46. Boor, Carolus De, ed. Theophanis Chronographia, 2 vols. (Lipsiae, 18831885), 1:499.Google Scholar See also Turtledove, Harry, The Chronicle of Theophanes: An English Translation of Anni Mundi 6095–6305 (AD. 602–813), with Introduction and Notes (Philadelphia, 1982), p. 178.Google Scholar

47. See Eulogius, of Toledo, , “Memoriale Sanctorum, Documentum Martyriale, Apologeticus Martyrum,” Patrologia Latina, ed. Migne, J. P., vol. 115, cols. 786788.Google Scholar See also Colliert, Edward P., The Martyrs of Cordoba (850–859): A Study of the Sources (Washington, 1962), pp. 239242.Google Scholar

48. Wilkinson, J., Jerusalem Pilgrims Before the Crusades (Warminster, 1977), p. 32.Google Scholar

49. Donner, H., “Die Palästinabeschreibung des Epiphanius Monachus Hagiopolita,” Zeitschrift des Deutschen Palästina-Vereins 87 (1971): 71.Google Scholar

50. See the Commemoratorzum de Casis Dei vel Monasteriis in Tobler, T. and Molinier, , Itinera Hierosolymitana et Descriptiones Terrae Sanctae, vol. 1 (Geneva, 1879), p. 303.Google Scholar See also Schmid, K., “Aachen und Jerusalem,” in Das Einhardkreuz, ed. Hauck, K. (Göttingen, 1974), pp. 122142;Google ScholarBorgolte, M., Der Gesandtenaustausch der Karolinger mit den abbasiden und mit den Pat riarchen von Jerusalem (München, 1976).Google Scholar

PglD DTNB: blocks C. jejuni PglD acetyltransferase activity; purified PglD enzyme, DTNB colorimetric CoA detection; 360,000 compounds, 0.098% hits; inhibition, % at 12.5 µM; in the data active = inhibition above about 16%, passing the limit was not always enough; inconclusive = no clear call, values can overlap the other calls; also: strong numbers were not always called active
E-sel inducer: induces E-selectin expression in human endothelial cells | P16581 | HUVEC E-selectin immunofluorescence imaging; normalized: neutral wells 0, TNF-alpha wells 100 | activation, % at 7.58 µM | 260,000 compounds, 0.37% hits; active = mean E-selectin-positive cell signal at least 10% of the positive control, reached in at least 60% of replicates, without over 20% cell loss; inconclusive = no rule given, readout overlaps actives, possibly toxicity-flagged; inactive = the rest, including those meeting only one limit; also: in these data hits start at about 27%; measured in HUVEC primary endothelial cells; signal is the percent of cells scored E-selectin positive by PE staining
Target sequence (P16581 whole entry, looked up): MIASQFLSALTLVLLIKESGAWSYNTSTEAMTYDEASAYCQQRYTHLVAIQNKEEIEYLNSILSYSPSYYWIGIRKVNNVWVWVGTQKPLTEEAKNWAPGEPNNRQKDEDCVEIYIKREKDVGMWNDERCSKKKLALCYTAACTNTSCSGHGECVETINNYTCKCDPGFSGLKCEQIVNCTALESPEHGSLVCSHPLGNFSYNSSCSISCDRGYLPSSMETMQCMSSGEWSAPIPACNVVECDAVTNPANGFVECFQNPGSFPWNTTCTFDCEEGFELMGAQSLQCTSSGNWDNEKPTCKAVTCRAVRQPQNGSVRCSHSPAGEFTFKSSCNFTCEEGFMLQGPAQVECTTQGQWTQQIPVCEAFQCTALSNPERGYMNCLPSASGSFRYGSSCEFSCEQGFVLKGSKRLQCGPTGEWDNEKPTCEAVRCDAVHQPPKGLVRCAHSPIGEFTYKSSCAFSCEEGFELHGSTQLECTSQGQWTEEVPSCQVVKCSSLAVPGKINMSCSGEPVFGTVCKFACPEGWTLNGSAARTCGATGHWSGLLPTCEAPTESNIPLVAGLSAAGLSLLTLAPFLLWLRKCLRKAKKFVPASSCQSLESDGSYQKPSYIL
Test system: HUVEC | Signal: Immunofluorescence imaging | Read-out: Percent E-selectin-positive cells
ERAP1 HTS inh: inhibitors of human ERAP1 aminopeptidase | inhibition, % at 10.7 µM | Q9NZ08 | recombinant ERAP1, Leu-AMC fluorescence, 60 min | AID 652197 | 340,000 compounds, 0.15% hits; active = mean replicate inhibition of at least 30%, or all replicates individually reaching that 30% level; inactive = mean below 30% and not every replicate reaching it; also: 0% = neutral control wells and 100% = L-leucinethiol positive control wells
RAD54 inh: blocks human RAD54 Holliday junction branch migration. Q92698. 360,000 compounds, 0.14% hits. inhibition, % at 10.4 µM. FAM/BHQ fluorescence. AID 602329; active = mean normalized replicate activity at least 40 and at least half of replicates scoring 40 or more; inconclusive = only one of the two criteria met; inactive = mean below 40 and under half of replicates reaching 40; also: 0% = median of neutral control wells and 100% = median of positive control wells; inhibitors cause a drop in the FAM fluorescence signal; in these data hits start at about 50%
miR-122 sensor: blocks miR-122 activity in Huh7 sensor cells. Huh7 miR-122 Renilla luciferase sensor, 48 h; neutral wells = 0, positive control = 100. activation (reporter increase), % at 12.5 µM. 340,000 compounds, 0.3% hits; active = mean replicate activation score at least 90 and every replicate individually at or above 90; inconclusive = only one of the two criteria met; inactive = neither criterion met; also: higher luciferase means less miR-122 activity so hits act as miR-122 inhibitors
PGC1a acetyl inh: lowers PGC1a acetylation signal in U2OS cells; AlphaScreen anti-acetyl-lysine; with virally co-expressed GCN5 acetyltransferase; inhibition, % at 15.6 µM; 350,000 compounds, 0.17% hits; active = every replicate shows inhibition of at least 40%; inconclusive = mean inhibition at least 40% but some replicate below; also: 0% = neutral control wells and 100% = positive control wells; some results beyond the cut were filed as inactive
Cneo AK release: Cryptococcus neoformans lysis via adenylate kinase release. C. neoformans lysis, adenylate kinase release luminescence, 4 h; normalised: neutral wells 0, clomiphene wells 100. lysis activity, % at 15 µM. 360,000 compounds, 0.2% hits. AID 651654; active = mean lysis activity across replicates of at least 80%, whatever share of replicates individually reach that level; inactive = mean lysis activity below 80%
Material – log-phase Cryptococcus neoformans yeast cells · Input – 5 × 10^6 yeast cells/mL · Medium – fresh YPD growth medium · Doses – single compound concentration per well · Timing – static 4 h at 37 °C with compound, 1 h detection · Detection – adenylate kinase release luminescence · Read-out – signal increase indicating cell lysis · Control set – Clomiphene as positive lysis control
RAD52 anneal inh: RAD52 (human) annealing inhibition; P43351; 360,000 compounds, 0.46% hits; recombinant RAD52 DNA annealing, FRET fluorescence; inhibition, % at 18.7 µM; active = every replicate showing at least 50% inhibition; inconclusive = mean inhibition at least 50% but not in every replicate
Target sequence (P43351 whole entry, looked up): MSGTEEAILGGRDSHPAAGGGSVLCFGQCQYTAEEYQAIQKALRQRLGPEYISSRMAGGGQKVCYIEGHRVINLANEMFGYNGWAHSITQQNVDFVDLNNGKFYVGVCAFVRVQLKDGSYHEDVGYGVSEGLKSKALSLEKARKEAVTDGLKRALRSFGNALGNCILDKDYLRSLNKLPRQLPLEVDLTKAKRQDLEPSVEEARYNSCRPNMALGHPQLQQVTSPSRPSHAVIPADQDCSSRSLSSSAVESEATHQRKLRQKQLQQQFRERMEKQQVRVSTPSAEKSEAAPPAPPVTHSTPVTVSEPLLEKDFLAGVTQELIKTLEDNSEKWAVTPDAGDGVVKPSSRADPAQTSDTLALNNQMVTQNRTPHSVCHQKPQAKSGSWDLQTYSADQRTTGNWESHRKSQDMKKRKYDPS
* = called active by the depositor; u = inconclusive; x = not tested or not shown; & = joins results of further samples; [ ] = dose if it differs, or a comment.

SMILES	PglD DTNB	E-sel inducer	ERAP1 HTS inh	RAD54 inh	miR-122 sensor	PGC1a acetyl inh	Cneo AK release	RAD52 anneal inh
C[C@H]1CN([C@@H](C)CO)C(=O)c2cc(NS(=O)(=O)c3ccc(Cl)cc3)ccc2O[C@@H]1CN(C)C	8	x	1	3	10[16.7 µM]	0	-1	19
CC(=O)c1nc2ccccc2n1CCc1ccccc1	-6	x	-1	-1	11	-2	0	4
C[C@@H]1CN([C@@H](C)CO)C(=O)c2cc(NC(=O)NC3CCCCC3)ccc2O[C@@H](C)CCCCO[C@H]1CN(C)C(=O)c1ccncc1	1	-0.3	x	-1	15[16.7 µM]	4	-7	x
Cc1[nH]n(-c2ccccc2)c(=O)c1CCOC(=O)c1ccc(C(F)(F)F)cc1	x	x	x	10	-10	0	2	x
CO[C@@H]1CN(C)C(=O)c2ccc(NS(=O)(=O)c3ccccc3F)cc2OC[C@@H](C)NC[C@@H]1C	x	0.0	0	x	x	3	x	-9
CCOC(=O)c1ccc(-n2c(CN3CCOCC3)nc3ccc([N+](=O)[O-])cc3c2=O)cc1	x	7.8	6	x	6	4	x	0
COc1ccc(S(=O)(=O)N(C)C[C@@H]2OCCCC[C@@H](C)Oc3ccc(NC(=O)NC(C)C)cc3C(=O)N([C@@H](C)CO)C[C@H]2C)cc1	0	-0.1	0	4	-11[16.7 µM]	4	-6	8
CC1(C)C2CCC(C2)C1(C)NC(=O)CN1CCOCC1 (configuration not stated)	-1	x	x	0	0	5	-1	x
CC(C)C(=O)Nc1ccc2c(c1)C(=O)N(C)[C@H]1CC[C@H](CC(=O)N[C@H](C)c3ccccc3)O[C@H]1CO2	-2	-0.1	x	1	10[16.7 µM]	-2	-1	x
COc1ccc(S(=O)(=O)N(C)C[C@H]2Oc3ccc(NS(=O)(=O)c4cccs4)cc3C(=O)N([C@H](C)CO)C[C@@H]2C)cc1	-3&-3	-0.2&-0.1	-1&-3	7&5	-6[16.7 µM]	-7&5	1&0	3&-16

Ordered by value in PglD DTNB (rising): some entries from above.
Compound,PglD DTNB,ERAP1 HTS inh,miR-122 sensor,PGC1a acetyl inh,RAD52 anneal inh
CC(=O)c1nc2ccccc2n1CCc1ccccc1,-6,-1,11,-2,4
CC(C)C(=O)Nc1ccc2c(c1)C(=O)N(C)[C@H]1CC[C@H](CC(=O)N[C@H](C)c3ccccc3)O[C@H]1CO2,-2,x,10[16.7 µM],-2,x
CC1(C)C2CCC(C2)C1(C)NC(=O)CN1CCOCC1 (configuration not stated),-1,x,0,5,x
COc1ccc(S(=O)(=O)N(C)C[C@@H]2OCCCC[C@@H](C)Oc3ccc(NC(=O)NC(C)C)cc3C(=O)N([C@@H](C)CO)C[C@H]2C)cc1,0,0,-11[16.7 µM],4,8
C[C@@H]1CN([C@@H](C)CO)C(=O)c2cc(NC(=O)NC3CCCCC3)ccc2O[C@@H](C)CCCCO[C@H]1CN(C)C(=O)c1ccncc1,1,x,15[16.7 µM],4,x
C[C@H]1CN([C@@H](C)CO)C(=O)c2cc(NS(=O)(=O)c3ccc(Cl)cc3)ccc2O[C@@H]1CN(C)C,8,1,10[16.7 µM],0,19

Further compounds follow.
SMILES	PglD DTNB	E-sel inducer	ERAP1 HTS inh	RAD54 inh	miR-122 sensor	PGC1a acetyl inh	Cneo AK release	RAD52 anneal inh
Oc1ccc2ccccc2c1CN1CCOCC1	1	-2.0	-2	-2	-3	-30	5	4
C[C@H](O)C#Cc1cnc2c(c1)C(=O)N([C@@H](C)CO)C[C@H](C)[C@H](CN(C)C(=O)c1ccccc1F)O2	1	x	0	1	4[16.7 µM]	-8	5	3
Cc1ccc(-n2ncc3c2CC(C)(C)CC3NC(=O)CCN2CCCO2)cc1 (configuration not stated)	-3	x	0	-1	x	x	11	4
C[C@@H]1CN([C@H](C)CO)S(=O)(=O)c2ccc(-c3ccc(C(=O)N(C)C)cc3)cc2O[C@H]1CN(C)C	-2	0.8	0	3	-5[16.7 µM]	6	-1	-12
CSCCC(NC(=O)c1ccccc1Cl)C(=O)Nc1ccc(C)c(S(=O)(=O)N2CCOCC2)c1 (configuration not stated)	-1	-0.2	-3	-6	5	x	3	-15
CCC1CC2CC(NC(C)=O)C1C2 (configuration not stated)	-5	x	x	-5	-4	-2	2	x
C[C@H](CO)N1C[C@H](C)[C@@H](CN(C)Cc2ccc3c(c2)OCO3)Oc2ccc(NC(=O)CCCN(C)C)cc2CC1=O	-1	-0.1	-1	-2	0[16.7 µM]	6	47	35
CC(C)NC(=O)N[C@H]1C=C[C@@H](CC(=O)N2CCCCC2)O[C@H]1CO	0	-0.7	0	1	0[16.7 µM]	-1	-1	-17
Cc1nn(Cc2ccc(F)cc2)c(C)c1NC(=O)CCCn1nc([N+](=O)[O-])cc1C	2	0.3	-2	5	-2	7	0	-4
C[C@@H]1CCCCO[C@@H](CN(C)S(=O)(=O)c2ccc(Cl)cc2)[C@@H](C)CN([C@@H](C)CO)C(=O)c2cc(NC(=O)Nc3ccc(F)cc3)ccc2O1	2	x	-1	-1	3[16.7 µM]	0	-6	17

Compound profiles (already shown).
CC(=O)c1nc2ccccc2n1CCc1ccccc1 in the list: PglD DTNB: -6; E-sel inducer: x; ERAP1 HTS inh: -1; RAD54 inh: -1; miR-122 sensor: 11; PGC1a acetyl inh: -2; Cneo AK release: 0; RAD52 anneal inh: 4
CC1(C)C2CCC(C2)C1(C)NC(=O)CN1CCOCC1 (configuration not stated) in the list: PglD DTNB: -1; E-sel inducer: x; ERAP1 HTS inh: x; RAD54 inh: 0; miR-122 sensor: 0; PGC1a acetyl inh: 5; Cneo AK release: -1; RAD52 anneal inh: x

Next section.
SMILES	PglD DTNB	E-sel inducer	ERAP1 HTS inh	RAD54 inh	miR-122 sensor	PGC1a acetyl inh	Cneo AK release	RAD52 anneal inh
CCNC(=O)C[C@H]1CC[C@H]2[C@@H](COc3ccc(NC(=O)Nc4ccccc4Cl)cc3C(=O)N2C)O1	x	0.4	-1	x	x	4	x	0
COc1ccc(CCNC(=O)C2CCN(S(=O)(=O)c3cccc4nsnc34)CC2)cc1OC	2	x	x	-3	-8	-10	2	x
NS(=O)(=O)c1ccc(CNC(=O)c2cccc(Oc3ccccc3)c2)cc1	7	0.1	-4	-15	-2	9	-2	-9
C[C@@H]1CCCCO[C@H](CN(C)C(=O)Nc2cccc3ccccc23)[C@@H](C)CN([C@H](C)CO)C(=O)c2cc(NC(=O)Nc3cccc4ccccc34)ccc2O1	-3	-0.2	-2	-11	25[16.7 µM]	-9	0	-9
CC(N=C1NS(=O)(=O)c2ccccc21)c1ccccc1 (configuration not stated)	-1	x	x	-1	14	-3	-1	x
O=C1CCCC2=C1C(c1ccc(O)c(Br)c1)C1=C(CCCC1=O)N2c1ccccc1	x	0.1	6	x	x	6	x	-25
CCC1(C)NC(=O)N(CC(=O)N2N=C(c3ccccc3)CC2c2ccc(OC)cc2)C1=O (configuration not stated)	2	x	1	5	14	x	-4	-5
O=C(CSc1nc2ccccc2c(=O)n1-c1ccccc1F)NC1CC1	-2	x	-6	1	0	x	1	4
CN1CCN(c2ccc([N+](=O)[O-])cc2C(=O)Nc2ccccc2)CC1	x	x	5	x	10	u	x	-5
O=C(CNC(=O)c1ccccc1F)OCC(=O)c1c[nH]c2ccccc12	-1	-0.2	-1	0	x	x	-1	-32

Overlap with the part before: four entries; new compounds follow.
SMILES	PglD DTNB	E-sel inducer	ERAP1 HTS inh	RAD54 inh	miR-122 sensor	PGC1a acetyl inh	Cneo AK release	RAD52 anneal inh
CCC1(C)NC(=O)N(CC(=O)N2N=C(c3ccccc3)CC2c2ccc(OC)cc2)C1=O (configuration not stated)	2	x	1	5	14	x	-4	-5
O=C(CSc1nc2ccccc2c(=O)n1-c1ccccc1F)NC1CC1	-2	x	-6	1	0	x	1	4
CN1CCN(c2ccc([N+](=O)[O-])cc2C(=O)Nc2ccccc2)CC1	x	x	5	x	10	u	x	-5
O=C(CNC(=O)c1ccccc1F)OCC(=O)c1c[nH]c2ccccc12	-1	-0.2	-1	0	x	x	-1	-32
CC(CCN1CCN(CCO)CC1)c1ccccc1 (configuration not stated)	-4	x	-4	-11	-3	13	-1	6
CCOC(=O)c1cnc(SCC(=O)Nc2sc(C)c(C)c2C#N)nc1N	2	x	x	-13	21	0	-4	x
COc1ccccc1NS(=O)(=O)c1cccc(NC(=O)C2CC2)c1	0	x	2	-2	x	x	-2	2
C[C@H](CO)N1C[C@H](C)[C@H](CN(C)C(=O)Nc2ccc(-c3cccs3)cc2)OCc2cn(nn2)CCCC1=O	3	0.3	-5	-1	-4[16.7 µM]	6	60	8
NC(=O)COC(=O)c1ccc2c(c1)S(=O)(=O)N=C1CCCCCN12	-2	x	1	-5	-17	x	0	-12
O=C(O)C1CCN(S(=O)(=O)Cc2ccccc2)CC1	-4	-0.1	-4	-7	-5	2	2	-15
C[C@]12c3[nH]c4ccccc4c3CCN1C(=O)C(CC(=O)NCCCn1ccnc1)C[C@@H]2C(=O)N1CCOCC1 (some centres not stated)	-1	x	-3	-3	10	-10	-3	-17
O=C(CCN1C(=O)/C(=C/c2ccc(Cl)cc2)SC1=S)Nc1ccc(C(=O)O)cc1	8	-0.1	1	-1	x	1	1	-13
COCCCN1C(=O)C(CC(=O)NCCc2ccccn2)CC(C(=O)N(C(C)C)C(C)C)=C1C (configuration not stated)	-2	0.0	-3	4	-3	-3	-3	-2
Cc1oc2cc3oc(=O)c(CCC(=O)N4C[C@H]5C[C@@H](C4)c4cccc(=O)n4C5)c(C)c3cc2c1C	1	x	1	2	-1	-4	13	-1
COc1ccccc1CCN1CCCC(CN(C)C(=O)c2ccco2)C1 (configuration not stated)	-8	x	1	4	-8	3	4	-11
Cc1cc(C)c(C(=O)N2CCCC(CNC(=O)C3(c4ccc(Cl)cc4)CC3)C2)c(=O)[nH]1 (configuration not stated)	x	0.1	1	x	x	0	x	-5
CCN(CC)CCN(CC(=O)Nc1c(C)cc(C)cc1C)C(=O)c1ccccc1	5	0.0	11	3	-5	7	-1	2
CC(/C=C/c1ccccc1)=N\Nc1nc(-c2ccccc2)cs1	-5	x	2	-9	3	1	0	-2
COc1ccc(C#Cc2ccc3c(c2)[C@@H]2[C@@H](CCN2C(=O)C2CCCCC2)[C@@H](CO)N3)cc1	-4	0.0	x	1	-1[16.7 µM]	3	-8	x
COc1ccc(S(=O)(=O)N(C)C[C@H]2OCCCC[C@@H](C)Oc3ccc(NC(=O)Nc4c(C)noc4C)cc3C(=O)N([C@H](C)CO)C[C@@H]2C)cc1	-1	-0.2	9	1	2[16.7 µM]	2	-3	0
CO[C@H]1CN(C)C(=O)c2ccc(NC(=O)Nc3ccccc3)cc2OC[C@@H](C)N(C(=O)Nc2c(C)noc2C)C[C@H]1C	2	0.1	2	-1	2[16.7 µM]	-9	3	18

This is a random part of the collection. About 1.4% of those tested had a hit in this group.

51. Commemoratorium, p. 302.

52. See Chitty, Desert a City; Hunt, E. D., Holy Land Pilgrimage in the Later Roman Empire, A.D. 312–460 (Oxford, 1982).Google Scholar

53. Schwartz, E., Kyrillos von Skythopolis (Leipzig, 1939);Google ScholarFestugière, A. J., Les moines d'Orient, 3 vols. (Paris, 1962).Google Scholar

54. See Flusin, Miracle et hntoire; Perrone, L., La chiesa di Palestina e le controversie cristologiche (Brescia, 1980).Google Scholar

55. The ground-breaking work in this area is Hirschfeld, “Judean Desert Monasteries in the Byzantine Period.”

56. See Christides, V., “Arabs as barbaro, before the Rise of Islam,” Balkan Studies 10 (1969): 315324;Google Scholaridem, “Pre-Islamic Arabs in Byzantine Illuminations,” Le Muséon 83 (1970): 167–181. See also Shahid, I., Rome and the Arabs (Washington, 1984), pp. 123141;Google Scholaridem, Byzantium and the Arabs in the Fourth Century (Washington, 1984), pp. 277–283.

57. See Schwartz, , Kyrillos von Skythopolis, pp. 1519;Google ScholarGenier, R., Vie de saint Euthyme le grand (Paris, 1909).Google Scholar

58. See Ševčenko, Ihor, “Hagiography of the Iconoclast Period,” in Iconoclasm, ed. Bryer, A. and Herrin, J. (Birmingham, 1977), pp. 112118;Google ScholarVailhé, S., “Saint Michelle syncelle et les deux frères Grapti, saint Théodore et saint Théophane,” Revue de l'Orient Chrétien 9 (1901): 313332, 610642;Google ScholarFeatherstone, J., “Theophane of Caesarea, Encomium of Theodore Graptos,” Analecta Bollandiana 98 (1980): 93150;CrossRefGoogle ScholarHalkin, F., “Saint Antoine lejeune et Pétronasle vainquer des arabes en 863,” Analecta Bollandiana 62 (1944): 187225.CrossRefGoogle Scholar See also Gouillard, J., “Un ‘quartier’ d'emigrés palestiniens à Constantinople au ixe siècle?Revue des Études Sud-Est Européenes 7 (1969): 7376.Google Scholar